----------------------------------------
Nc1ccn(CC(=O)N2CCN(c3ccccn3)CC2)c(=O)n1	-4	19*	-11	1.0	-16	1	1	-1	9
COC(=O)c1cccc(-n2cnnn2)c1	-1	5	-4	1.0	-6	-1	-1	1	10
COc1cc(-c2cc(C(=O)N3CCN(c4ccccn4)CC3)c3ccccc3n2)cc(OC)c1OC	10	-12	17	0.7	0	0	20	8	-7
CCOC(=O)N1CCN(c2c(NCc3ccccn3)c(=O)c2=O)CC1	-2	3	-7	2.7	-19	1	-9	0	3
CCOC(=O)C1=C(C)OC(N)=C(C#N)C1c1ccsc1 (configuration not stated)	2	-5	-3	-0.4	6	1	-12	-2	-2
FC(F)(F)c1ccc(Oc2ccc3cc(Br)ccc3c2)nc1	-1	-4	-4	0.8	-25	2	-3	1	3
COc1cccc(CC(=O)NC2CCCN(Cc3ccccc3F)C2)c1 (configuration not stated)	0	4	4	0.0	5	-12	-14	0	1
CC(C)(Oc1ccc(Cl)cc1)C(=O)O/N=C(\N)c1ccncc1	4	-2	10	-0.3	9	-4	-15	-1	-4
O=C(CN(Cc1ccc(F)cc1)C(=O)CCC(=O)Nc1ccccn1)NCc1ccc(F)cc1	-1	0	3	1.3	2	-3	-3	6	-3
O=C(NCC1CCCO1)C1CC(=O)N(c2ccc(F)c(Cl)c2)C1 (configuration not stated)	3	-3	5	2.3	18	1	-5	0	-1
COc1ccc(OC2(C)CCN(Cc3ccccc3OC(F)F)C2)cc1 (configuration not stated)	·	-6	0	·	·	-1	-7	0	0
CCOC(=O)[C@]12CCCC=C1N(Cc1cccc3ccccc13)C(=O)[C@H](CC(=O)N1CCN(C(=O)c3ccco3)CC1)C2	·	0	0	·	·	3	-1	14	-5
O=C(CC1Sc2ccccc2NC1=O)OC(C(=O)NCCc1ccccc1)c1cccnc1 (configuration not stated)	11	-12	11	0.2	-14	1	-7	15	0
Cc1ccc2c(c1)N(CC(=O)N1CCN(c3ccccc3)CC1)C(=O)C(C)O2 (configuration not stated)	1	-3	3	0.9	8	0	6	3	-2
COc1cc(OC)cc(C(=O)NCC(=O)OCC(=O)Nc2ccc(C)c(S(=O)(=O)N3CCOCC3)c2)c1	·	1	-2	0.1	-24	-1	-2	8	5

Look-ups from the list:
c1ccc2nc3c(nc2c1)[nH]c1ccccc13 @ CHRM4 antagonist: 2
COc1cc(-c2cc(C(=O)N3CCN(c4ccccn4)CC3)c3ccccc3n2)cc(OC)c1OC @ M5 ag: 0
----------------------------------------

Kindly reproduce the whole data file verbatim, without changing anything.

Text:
Nc1ccn(CC(=O)N2CCN(c3ccccn3)CC2)c(=O)n1	-4	19*	-11	1.0	-16	1	1	-1	9
COC(=O)c1cccc(-n2cnnn2)c1	-1	5	-4	1.0	-6	-1	-1	1	10
COc1cc(-c2cc(C(=O)N3CCN(c4ccccn4)CC3)c3ccccc3n2)cc(OC)c1OC	10	-12	17	0.7	0	0	20	8	-7
CCOC(=O)N1CCN(c2c(NCc3ccccn3)c(=O)c2=O)CC1	-2	3	-7	2.7	-19	1	-9	0	3
CCOC(=O)C1=C(C)OC(N)=C(C#N)C1c1ccsc1 (configuration not stated)	2	-5	-3	-0.4	6	1	-12	-2	-2
FC(F)(F)c1ccc(Oc2ccc3cc(Br)ccc3c2)nc1	-1	-4	-4	0.8	-25	2	-3	1	3
COc1cccc(CC(=O)NC2CCCN(Cc3ccccc3F)C2)c1 (configuration not stated)	0	4	4	0.0	5	-12	-14	0	1
CC(C)(Oc1ccc(Cl)cc1)C(=O)O/N=C(\N)c1ccncc1	4	-2	10	-0.3	9	-4	-15	-1	-4
O=C(CN(Cc1ccc(F)cc1)C(=O)CCC(=O)Nc1ccccn1)NCc1ccc(F)cc1	-1	0	3	1.3	2	-3	-3	6	-3
O=C(NCC1CCCO1)C1CC(=O)N(c2ccc(F)c(Cl)c2)C1 (configuration not stated)	3	-3	5	2.3	18	1	-5	0	-1
COc1ccc(OC2(C)CCN(Cc3ccccc3OC(F)F)C2)cc1 (configuration not stated)	·	-6	0	·	·	-1	-7	0	0
CCOC(=O)[C@]12CCCC=C1N(Cc1cccc3ccccc13)C(=O)[C@H](CC(=O)N1CCN(C(=O)c3ccco3)CC1)C2	·	0	0	·	·	3	-1	14	-5
O=C(CC1Sc2ccccc2NC1=O)OC(C(=O)NCCc1ccccc1)c1cccnc1 (configuration not stated)	11	-12	11	0.2	-14	1	-7	15	0
Cc1ccc2c(c1)N(CC(=O)N1CCN(c3ccccc3)CC1)C(=O)C(C)O2 (configuration not stated)	1	-3	3	0.9	8	0	6	3	-2
COc1cc(OC)cc(C(=O)NCC(=O)OCC(=O)Nc2ccc(C)c(S(=O)(=O)N3CCOCC3)c2)c1	·	1	-2	0.1	-24	-1	-2	8	5

Look-ups from the list:
c1ccc2nc3c(nc2c1)[nH]c1ccccc13 @ CHRM4 antagonist: 2
COc1cc(-c2cc(C(=O)N3CCN(c4ccccn4)CC3)c3ccccc3n2)cc(OC)c1OC @ M5 ag: 0